>>If you didn’t realize that summer was here you could have stepped outside your door and felt the sun melting your soul. Or you could have just put on The Sideways first major release and done the same thing.
Upright shout summer at the top of its lungs, drowning out the disparities of 2020 with a collage of heavenly horns and bouncy bass lines. The Sideways was made for outdoor amphitheater sounds, cascading through a place like Art Park, making your body refuse to sit down and dancing mandatory.
The album’s first track is of the same name as the album and from the outset you are hooked. The downbeat piano starts off the track in a familiar good mood as the horns kick in. Most would call it ska, but that term might not be the most accurate fit for this group, although the horns have a classic 90’s ska band feel to it. But much like the Mighty Mighty Bosstones, it’s just as much rock and roll with horns as anything else. There’s an immediate DIY feeling to it, but not to the music’s detriment, but rather to its allure, a Big D and the Kid’s Table umami.
The next song on the album, Julianne, shows off the band’s diversity feeling a bit more like a cross breed between Billy Joel and Paul Simon. The driving beat breakdown around the 3:30 mark is pure Simon and feels like the song could have been released years ago. That timelessness isn’t a mistake, this is good song writing from a group of really talented musicians. The vocals are strong and emotional, without a drip of Broadway, much like Billy Joel, who always felt like he was singing in his garage versus the stage. It’s a good thing, a way to keep the rock and roll fans seated directly in front of the stage without losing the presence.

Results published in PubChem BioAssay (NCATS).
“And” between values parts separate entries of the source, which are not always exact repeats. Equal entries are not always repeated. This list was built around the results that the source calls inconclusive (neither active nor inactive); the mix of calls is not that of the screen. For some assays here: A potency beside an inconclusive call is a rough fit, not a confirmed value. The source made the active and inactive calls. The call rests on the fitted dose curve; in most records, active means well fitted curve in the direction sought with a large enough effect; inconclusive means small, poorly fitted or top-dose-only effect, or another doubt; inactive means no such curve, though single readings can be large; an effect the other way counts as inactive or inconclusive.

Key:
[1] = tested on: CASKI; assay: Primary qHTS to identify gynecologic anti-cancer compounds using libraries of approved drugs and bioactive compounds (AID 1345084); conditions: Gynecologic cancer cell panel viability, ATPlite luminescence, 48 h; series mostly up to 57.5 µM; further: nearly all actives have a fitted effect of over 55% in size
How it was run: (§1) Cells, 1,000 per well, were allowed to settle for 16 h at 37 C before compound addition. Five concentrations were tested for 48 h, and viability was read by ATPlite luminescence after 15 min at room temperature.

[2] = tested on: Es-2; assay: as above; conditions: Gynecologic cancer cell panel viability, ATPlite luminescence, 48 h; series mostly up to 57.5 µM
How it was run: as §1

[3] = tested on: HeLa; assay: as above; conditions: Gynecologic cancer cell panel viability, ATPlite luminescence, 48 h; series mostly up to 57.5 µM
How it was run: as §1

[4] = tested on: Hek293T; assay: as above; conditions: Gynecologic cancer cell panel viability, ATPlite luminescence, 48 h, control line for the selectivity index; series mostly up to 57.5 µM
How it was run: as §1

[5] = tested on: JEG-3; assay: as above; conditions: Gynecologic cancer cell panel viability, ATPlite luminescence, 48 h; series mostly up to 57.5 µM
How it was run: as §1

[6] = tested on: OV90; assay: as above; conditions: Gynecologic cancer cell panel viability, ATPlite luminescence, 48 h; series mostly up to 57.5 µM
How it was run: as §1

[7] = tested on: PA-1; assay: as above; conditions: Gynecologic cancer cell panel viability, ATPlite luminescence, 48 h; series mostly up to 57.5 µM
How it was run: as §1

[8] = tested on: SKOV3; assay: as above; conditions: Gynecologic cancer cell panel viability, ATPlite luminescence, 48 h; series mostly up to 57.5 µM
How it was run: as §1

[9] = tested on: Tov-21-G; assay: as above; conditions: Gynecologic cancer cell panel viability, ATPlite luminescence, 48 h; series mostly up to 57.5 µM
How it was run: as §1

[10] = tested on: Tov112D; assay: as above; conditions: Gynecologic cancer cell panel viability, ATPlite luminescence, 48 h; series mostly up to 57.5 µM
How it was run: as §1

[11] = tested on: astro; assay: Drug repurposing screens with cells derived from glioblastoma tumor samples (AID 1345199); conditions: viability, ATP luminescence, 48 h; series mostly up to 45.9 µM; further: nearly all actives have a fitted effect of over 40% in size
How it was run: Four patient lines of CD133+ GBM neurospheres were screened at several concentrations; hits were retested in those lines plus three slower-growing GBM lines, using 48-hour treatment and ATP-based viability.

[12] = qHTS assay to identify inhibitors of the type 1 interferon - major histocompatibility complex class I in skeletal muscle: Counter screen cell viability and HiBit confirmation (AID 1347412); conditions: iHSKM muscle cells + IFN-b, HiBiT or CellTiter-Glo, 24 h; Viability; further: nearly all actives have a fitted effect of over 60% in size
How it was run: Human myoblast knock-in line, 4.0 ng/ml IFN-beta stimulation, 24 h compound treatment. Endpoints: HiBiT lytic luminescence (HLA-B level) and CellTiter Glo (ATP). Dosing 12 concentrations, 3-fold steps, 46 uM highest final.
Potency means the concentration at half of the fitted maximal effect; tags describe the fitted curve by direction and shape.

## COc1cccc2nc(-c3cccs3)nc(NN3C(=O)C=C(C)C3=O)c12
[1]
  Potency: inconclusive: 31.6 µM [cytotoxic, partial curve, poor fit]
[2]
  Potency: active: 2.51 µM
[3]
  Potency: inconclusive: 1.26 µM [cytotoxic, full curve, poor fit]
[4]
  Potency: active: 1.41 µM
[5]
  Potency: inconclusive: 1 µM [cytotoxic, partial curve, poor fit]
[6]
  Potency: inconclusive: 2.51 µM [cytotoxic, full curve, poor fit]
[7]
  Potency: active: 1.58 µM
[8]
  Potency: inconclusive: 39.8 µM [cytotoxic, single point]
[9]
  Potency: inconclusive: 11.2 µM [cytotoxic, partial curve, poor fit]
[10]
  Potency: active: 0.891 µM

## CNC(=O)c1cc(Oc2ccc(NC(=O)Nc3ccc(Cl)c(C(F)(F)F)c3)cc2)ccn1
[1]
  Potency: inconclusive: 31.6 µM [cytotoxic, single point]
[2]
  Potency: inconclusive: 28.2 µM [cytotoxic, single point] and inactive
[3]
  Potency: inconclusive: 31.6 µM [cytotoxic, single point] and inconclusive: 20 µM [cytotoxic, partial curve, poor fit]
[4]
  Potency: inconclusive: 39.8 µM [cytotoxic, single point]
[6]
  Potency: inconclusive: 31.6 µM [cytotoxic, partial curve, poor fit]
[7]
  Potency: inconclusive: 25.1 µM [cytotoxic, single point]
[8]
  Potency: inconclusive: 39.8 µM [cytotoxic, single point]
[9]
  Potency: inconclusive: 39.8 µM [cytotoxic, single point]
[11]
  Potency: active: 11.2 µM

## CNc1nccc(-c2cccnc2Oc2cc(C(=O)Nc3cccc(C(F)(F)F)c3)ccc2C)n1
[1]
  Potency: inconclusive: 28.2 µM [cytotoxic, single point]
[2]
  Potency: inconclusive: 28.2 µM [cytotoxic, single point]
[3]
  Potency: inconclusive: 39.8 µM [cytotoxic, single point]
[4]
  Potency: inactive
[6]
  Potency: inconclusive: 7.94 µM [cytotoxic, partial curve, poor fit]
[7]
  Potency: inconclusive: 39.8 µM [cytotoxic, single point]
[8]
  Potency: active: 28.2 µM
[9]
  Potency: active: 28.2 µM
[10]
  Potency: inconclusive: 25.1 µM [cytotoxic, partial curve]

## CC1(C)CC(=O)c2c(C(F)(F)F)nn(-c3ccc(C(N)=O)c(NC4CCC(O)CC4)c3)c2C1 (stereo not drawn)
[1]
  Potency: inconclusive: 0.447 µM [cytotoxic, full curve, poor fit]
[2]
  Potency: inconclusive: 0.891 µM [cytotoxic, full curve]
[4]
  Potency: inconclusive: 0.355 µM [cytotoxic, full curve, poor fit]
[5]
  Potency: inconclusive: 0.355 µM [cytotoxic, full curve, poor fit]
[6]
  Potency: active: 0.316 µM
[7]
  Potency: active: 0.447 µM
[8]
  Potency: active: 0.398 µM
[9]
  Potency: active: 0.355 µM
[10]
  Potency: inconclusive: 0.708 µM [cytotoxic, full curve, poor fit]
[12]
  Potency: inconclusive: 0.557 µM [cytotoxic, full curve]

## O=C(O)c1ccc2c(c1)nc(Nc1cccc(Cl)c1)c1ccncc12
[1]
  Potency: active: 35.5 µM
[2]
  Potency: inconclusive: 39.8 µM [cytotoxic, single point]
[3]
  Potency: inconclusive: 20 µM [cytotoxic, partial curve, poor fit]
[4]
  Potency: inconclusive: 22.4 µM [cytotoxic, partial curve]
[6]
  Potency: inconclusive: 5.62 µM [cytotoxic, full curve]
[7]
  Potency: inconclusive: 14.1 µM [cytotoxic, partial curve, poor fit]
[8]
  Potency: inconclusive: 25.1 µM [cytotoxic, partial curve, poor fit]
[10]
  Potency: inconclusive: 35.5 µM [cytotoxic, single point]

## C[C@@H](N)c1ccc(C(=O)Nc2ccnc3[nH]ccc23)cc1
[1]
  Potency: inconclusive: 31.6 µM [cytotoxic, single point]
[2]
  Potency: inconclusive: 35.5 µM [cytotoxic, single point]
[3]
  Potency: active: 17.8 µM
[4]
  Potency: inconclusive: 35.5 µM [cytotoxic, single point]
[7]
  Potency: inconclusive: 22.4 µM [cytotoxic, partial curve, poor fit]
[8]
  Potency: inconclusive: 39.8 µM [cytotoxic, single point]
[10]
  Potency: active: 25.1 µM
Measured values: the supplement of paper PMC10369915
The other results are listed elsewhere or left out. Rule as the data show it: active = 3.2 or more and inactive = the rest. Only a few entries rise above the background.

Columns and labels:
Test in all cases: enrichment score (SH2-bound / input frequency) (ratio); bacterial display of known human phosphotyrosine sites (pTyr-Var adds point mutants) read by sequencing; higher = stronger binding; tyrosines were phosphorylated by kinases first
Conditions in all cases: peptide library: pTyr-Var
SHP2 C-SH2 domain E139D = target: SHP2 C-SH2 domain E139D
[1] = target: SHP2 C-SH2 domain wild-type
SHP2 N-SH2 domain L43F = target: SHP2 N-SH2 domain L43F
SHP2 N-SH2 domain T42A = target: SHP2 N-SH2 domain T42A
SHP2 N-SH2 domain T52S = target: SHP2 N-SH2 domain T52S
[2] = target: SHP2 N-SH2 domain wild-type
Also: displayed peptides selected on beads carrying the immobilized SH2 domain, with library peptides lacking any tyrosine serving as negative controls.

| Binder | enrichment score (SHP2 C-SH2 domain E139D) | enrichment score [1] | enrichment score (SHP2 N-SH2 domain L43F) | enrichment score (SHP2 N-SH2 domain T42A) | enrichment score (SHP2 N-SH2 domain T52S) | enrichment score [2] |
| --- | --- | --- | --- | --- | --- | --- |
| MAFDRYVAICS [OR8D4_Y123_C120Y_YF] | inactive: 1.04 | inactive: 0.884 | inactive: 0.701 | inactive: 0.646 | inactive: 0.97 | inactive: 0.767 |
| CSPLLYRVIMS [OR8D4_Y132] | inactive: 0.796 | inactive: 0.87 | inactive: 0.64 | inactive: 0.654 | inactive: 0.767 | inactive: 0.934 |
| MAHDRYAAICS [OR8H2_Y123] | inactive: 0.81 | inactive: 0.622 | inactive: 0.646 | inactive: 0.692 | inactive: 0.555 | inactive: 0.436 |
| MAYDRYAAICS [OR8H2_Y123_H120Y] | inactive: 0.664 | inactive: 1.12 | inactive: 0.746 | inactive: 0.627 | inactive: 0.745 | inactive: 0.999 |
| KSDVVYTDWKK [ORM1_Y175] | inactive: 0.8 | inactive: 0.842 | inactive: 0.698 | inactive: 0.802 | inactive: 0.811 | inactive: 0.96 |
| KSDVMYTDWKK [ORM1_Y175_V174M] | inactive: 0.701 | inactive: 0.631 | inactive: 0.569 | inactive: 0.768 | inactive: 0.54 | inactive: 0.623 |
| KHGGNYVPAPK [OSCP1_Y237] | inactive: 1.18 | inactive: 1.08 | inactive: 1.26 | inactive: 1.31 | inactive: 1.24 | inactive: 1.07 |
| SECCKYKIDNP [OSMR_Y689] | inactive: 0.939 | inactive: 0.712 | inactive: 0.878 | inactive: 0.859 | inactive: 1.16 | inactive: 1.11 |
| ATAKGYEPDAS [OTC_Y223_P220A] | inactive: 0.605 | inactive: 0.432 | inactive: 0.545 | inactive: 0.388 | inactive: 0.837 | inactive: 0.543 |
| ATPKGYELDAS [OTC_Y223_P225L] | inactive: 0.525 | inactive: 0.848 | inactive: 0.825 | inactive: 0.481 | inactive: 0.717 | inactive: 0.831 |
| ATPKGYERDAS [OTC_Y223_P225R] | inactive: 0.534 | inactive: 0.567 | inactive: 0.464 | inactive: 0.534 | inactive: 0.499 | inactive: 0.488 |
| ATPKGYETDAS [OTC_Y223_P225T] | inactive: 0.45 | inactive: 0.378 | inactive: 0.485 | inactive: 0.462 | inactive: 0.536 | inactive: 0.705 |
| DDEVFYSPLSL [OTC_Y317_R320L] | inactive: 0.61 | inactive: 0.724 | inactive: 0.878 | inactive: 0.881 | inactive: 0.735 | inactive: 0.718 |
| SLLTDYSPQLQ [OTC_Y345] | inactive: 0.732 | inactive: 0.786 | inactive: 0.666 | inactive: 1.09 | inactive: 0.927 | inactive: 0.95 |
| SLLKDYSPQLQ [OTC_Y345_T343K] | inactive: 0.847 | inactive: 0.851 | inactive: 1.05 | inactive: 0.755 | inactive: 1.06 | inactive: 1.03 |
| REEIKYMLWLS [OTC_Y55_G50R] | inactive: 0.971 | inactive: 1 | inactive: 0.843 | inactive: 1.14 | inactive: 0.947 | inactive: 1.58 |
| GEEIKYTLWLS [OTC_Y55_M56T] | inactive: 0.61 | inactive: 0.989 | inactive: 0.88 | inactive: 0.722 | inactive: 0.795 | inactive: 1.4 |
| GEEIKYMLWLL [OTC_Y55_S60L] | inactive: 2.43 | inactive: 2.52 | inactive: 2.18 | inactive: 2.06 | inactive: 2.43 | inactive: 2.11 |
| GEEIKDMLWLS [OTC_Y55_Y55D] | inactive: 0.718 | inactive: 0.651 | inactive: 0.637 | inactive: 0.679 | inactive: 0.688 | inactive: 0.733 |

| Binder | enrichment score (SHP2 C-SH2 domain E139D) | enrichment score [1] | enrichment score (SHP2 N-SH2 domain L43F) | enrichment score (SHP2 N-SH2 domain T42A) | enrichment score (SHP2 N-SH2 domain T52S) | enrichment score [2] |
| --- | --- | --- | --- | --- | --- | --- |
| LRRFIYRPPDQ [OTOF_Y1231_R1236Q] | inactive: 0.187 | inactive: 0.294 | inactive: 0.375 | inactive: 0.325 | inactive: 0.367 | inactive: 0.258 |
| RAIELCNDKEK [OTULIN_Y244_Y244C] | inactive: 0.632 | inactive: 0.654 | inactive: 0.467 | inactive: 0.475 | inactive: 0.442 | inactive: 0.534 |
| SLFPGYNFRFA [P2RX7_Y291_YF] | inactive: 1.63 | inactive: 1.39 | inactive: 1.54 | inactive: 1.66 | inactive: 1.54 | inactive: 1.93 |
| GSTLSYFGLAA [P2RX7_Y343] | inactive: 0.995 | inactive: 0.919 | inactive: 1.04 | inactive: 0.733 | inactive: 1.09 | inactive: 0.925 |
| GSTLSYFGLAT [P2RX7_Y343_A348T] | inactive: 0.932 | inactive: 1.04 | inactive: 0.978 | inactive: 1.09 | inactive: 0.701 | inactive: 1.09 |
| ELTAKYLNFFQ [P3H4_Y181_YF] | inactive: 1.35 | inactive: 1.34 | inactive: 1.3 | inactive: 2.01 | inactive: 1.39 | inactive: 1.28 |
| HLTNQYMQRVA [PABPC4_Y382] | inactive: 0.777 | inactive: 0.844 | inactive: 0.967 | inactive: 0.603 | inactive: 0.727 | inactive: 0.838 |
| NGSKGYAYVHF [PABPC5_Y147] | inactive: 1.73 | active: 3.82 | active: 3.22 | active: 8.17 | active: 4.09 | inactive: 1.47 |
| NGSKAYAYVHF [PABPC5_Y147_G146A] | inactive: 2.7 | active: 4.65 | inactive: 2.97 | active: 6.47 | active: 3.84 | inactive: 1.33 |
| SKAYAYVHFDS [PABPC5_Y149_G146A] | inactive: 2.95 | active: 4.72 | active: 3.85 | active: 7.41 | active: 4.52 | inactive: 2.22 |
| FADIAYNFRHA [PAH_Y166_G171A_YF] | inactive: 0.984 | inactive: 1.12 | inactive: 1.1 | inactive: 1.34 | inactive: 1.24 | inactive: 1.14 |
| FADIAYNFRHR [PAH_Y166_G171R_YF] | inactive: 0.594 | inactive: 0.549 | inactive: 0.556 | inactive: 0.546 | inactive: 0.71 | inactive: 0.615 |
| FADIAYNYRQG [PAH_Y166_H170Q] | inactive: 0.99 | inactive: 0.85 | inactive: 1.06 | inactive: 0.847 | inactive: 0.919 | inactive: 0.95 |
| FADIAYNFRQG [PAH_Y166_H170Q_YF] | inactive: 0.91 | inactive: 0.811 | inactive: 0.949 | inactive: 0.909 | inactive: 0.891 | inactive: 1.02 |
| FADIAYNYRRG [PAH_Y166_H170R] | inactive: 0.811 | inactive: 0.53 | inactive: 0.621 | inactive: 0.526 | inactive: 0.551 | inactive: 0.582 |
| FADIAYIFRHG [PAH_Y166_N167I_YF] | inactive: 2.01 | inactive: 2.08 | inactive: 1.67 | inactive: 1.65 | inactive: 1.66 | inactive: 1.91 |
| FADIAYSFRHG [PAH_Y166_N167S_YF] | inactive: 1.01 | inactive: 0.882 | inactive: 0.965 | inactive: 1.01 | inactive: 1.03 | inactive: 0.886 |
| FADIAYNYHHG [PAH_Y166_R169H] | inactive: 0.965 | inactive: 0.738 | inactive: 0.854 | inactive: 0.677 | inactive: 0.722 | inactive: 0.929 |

Seater (About Our Last Fight) is a funky and fun track that further shows the band is capable of slight variations in sound, even in its infancy. That’s followed by DVD, a slower almost ballad type song that is slightly reminiscent of something Chicago might have done. The track has a seventies love song vibe and feels like it should be listened to with a glass of red on a cool evening by candlelight. The brief trumpet solo at 2:30 that flirts back and forth with a twinkling piano is great musicianship and perfectly breaks the song up to provide a bridge long enough to get you ready for the last chorus.
The EP ends with Missing You, which provides for a bit of a surprise on first listen, and End of the Night, a track that sounds much likes its title. This is a solid EP, a brilliant output by a big band full of talent. It’s mixed and recorded well, produced and written well, and has both a new big band feel alongside feeling timeless. This is an album that you do not want to overlook, jump on the bandwagon because The Sideways are about to take you for a ride.